Researchers in Australia and France found that certain floral scents can calm even the most aggressive honeybees.
That might be because honeybees associate flowers with the promise of food, and it appears that the bees would much rather get some food, than commence a stinging attack. Researchers also found that whenever the bees were exposed to both floral scents and odorous pheromones calling for an attack, the floral scents always won the battle. Talk about “flower power”.
The new research – published December 22 in the journal Nature Communications – sheds some light on how the decision-making of honeybees is affected by chemical signals. It may also help beekeepers in dealing with aggressive bees.
Any colony or hive has a queen bee, drone bees, and worker bees – which have specific tasks such as cleaning, foraging, or guarding the hive.
Previous research has shown that the worker bees which protect he hive are the most aggressive of all the bees. When threatened, they emit a scent known as sting alarm pheromone. As soon as they sense the scent, the other bees also become agitated and prepare for an attack. However, all of this comes at a cost because worker honeybees usually die after stinging a fleshy animal. Their stinger tears off from their bodies during an attack.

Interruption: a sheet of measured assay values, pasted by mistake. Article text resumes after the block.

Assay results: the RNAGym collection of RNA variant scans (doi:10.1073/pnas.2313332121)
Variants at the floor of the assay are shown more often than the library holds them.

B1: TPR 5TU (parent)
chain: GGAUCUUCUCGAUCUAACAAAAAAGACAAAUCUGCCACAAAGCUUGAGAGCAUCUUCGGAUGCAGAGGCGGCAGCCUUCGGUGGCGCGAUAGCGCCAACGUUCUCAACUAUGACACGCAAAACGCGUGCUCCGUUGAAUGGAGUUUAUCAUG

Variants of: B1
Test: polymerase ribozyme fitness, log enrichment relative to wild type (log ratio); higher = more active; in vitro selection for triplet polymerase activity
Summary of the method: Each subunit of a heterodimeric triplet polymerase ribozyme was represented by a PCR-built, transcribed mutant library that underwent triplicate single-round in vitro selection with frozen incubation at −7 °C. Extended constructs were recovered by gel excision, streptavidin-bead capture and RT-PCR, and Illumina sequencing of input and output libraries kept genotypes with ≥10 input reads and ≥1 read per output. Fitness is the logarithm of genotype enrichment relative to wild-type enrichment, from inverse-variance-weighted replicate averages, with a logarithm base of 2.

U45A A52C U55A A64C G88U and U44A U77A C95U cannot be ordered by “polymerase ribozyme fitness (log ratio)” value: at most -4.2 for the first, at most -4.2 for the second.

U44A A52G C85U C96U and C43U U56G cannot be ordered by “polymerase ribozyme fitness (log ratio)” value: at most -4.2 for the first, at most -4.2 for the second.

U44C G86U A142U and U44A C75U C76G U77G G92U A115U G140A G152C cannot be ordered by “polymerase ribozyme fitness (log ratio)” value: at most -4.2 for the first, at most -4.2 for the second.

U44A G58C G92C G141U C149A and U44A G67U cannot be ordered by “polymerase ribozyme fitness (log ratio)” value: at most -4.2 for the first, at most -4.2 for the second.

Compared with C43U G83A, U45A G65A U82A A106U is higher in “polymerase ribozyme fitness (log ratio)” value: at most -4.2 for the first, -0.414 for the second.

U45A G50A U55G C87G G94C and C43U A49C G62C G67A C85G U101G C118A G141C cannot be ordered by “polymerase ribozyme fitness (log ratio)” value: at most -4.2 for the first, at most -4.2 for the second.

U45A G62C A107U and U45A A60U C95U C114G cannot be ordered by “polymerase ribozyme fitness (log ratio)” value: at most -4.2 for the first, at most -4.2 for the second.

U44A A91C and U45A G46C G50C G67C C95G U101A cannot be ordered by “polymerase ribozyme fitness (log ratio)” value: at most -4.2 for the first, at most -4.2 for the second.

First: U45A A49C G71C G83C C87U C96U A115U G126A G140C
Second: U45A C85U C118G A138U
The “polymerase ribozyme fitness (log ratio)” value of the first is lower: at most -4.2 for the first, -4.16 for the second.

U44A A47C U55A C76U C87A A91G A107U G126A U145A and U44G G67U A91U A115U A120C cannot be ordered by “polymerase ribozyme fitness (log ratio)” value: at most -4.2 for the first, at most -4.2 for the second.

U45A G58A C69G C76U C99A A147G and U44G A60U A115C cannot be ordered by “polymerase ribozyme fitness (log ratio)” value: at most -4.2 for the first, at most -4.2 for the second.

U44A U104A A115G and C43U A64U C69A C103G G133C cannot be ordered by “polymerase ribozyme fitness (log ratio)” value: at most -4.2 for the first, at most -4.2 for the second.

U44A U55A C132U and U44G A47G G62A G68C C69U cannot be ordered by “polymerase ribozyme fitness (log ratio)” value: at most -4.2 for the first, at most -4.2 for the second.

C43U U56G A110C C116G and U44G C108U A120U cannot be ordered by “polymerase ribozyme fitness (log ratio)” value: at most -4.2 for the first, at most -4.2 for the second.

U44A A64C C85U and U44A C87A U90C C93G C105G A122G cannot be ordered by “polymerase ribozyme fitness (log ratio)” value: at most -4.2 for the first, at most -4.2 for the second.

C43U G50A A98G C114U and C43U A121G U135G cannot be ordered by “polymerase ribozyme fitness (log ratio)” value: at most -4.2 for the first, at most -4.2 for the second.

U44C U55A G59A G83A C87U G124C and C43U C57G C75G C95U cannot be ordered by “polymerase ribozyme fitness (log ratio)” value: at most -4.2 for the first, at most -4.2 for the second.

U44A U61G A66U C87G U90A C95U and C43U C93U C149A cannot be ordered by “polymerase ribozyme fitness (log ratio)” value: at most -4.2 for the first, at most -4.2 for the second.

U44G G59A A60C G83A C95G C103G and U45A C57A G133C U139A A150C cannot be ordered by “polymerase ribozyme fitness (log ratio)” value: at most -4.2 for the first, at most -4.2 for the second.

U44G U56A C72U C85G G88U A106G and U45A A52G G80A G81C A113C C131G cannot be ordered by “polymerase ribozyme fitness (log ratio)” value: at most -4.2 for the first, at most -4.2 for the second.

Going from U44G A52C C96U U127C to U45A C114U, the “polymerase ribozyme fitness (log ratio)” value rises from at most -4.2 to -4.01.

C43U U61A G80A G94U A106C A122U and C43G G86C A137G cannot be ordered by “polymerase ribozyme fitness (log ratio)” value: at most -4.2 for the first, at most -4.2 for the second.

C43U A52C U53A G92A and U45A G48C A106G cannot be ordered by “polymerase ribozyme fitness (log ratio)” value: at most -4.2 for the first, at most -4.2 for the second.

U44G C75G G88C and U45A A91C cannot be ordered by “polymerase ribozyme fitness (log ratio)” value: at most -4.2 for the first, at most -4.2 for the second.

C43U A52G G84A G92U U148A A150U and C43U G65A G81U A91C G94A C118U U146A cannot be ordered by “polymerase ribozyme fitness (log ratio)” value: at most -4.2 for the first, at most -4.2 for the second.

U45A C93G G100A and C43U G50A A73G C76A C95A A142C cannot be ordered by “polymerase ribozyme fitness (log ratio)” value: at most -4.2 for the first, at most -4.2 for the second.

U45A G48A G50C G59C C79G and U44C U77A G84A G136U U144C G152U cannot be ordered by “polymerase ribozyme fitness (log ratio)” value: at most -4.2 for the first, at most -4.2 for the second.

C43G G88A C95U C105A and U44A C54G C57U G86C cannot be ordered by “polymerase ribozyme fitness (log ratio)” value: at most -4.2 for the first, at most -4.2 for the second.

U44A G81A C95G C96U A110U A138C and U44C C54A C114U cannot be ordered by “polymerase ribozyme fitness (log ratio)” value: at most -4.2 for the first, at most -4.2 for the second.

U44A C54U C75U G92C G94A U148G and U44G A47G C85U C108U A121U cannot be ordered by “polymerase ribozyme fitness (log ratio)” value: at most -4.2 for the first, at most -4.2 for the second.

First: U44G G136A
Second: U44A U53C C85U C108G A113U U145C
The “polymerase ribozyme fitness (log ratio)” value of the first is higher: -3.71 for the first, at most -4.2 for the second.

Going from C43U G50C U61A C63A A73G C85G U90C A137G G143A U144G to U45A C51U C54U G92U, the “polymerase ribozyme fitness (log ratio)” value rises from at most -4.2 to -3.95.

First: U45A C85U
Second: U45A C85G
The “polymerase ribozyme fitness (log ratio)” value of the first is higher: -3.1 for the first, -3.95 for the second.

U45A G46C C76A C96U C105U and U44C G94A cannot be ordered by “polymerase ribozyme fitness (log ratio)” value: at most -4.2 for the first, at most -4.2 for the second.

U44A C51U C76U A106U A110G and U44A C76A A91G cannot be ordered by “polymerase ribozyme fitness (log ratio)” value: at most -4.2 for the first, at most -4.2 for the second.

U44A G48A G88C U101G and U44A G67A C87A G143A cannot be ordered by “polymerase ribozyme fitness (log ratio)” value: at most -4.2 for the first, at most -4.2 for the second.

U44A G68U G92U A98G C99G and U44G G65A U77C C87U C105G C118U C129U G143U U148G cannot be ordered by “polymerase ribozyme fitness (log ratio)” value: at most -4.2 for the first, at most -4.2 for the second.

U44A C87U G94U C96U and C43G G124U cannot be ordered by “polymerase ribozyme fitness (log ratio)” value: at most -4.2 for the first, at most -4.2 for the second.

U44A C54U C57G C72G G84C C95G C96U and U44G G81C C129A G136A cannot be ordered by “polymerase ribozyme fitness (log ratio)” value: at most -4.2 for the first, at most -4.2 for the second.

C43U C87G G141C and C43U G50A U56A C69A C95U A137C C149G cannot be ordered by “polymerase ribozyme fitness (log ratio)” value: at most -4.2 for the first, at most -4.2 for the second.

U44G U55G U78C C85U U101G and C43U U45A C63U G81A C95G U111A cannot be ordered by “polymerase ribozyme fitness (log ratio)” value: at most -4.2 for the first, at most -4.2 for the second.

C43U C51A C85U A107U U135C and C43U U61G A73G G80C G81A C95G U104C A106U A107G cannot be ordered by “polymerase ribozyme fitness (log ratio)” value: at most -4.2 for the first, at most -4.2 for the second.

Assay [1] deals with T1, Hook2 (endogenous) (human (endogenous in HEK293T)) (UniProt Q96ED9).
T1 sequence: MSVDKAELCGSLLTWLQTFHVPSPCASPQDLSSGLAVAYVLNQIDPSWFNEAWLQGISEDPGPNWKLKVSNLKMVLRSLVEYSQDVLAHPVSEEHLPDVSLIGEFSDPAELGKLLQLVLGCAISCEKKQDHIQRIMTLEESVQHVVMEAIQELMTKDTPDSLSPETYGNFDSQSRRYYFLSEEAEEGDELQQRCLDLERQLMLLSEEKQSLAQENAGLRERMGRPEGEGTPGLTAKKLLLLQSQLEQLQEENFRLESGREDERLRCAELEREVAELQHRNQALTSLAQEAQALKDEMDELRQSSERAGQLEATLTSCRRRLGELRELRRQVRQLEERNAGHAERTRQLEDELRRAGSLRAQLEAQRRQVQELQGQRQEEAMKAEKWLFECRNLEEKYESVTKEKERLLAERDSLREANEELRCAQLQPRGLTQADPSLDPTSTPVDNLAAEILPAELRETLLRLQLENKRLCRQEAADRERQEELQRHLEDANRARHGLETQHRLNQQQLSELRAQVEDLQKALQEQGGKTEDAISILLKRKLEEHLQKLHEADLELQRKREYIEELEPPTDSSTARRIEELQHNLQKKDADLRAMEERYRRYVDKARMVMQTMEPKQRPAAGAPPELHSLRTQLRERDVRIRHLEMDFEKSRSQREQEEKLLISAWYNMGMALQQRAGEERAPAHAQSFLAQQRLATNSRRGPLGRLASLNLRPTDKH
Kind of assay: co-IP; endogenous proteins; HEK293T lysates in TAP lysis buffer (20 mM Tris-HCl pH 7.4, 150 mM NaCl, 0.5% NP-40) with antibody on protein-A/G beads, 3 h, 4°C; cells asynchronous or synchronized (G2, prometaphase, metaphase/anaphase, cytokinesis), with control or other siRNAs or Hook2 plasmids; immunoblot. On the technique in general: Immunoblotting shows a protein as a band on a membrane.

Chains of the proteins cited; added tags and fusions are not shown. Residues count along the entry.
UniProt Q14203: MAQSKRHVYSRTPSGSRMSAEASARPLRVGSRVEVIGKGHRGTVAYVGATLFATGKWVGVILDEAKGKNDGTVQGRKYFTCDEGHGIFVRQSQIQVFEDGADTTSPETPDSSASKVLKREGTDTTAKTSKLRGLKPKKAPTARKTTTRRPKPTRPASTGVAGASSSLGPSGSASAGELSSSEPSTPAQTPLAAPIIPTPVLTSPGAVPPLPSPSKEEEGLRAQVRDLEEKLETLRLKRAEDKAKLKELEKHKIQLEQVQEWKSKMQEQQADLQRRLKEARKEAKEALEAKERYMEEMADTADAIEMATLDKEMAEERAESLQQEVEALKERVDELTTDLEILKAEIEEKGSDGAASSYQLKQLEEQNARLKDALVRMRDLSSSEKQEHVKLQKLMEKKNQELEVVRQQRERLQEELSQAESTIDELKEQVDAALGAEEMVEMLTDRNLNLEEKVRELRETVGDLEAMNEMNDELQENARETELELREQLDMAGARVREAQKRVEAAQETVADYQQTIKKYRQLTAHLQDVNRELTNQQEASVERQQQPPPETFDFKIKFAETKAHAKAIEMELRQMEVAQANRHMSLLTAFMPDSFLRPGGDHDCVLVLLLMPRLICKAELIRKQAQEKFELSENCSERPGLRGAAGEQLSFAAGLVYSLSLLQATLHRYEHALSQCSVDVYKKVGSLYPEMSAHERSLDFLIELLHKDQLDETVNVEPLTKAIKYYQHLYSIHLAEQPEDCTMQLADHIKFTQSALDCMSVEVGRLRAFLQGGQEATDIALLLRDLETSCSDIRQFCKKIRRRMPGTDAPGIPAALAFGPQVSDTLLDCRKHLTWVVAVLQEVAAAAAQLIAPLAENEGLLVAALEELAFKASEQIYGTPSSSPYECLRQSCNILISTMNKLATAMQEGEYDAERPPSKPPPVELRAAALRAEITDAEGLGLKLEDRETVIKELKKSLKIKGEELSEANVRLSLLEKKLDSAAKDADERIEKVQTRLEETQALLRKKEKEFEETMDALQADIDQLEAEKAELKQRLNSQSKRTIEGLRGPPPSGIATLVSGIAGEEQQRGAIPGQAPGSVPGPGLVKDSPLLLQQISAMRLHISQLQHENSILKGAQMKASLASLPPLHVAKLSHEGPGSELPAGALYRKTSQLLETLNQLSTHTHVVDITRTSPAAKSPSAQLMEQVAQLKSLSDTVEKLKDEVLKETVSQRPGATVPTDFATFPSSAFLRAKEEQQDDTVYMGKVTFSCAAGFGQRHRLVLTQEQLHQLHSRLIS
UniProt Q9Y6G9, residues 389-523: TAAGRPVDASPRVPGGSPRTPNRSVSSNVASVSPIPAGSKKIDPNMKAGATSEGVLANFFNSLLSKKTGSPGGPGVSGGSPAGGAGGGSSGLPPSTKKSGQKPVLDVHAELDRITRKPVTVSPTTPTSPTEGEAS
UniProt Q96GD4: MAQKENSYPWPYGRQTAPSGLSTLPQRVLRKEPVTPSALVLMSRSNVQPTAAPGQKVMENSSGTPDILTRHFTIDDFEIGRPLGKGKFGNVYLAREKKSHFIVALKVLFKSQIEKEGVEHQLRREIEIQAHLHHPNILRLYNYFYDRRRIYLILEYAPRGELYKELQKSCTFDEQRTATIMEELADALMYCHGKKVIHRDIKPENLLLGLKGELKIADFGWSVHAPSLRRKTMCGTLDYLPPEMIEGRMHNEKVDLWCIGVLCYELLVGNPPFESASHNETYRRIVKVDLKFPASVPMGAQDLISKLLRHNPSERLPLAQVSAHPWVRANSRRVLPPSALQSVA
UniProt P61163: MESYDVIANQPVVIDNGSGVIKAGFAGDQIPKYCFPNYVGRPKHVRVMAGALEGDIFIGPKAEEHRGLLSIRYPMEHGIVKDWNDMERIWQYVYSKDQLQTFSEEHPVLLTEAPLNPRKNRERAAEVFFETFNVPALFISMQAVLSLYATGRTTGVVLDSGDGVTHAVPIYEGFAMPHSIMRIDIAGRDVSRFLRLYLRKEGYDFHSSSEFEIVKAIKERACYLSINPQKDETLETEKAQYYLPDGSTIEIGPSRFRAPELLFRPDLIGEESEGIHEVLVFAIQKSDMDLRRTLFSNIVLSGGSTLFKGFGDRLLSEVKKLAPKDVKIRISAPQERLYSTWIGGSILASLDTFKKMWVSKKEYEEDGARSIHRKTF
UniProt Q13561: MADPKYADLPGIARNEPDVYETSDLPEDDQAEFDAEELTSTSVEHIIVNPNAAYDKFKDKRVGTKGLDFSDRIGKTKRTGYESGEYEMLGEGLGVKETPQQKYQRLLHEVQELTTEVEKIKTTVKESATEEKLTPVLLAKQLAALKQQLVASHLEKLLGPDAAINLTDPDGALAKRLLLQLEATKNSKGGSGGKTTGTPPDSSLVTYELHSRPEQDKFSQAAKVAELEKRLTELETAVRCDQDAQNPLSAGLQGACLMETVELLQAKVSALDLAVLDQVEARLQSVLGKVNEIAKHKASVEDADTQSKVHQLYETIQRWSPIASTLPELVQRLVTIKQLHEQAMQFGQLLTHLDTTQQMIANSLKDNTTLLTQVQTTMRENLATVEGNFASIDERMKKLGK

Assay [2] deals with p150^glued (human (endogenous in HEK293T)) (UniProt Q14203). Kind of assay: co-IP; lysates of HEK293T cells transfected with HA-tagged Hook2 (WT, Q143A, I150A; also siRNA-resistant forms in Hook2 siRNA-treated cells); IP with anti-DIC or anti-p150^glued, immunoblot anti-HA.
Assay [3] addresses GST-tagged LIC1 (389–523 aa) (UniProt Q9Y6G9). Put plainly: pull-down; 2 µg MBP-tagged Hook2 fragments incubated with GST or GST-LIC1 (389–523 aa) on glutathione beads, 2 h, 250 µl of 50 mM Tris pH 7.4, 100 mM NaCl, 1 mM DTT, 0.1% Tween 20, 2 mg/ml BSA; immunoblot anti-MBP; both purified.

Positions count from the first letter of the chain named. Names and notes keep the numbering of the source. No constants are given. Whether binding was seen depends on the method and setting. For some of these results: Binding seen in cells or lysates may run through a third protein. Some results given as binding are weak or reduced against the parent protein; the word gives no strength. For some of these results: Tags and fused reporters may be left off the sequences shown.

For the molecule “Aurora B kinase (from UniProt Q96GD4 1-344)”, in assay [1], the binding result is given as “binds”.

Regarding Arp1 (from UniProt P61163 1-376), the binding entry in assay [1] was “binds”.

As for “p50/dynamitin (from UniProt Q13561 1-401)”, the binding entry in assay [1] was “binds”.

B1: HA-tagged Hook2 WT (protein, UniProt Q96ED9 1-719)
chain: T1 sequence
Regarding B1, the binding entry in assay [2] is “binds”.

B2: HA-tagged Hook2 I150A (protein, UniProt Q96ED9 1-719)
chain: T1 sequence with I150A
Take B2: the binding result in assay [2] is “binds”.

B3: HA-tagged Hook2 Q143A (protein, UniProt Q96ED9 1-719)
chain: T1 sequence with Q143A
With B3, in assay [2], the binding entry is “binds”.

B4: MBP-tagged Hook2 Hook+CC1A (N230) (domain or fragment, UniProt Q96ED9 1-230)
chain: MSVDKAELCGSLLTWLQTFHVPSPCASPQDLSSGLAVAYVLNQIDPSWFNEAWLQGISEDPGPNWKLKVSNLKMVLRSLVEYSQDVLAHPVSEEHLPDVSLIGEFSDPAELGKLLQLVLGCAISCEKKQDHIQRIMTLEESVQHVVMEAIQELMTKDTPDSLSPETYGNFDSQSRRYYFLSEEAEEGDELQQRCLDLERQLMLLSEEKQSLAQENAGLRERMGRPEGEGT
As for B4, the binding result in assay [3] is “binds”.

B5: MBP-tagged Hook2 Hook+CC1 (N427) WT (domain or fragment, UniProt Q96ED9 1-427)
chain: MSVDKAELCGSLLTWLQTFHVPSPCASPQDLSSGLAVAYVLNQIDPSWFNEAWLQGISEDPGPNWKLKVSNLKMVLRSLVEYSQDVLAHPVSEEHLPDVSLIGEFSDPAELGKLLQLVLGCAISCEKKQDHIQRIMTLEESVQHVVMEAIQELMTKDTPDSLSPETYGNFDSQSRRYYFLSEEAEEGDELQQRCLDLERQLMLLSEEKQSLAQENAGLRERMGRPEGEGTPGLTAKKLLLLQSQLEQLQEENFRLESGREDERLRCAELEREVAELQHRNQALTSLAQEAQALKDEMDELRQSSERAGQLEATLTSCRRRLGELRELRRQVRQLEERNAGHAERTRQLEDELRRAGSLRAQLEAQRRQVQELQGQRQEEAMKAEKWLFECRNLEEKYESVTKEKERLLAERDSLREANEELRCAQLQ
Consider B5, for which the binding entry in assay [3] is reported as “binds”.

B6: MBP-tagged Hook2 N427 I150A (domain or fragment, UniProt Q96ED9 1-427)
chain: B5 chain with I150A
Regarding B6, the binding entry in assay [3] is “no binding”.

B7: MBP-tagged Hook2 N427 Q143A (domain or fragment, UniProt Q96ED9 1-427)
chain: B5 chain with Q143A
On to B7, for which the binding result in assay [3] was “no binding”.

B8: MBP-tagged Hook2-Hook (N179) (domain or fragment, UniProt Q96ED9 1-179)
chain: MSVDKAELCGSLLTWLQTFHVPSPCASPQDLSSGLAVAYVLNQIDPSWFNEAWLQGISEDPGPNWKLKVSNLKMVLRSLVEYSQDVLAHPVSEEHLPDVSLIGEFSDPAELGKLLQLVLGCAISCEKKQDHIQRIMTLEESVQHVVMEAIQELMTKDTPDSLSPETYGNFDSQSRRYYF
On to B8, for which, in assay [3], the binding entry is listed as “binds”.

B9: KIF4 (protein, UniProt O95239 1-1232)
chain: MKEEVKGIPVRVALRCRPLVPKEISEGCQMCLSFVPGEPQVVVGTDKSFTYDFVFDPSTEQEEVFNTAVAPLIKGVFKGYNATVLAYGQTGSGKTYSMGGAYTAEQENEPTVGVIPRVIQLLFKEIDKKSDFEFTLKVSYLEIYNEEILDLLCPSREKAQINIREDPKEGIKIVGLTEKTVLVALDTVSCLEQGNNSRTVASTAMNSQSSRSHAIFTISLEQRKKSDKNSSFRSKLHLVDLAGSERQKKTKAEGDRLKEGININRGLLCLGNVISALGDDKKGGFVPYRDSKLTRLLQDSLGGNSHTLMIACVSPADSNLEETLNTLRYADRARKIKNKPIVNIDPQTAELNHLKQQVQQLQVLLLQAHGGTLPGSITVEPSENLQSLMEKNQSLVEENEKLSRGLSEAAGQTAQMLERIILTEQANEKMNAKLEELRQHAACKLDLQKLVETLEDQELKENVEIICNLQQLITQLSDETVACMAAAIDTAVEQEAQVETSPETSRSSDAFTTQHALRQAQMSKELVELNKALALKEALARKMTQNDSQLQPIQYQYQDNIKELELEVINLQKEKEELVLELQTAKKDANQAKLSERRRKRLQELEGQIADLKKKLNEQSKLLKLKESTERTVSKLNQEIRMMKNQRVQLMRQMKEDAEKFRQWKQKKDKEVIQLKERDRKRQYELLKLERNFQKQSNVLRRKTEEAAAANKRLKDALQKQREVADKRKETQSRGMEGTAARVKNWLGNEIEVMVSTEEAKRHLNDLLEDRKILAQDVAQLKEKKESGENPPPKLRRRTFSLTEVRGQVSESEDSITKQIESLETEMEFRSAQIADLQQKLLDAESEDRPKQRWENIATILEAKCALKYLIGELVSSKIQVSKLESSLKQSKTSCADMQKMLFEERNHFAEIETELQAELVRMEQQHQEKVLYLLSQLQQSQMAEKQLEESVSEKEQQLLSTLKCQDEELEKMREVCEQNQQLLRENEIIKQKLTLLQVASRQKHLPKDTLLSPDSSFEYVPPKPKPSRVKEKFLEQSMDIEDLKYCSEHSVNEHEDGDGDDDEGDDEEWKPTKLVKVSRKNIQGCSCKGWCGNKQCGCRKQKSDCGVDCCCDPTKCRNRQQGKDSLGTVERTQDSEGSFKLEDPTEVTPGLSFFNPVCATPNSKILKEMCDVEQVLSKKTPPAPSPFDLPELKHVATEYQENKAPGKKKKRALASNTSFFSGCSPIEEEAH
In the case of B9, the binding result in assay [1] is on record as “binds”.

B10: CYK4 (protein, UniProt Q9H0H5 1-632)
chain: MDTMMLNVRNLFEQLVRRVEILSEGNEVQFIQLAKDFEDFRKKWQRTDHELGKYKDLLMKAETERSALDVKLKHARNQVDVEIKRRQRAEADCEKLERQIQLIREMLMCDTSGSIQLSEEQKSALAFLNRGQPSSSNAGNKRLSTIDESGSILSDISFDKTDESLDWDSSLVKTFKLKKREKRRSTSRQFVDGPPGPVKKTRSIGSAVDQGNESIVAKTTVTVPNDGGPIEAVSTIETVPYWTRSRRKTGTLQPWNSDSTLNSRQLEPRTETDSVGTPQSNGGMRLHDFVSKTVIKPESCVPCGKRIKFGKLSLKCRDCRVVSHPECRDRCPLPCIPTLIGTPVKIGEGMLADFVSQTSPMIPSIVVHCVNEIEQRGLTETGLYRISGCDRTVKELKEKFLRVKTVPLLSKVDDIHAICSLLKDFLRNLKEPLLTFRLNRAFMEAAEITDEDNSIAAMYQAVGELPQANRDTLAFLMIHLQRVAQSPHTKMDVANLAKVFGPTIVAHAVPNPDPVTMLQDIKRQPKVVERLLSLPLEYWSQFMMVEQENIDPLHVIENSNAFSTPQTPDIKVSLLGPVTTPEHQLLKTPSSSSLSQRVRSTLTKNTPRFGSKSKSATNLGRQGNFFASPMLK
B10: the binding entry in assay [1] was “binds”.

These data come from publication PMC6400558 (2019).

In their research – led by Judith Reinhard of the University of Queensland in Brisbane Australia and Giurfa at the University of Toulouse in France – scientists exposed the bees to a variety of odours, while agitating them with a feathery object.
When the honeybees sensed the pheromone they immediately attached the feathery object. On the other end of the spectrum, the bees restrained from attack when exposed to flower scents such as lavender. The more appealing the scent was, the more it soothed the bees, researchers found.
Morgane Nouvian, first author on the report and a graduate student at the University of Queensland and University of Toulouse‘s Paul Sabatier University, said that the new findings could have applications in beekeeping.
An odour releasing device and a hand cream or spray could help reduce the number of bee stinging. These may be better alternatives to the current use of repellents or smoke, according to Nouvian.
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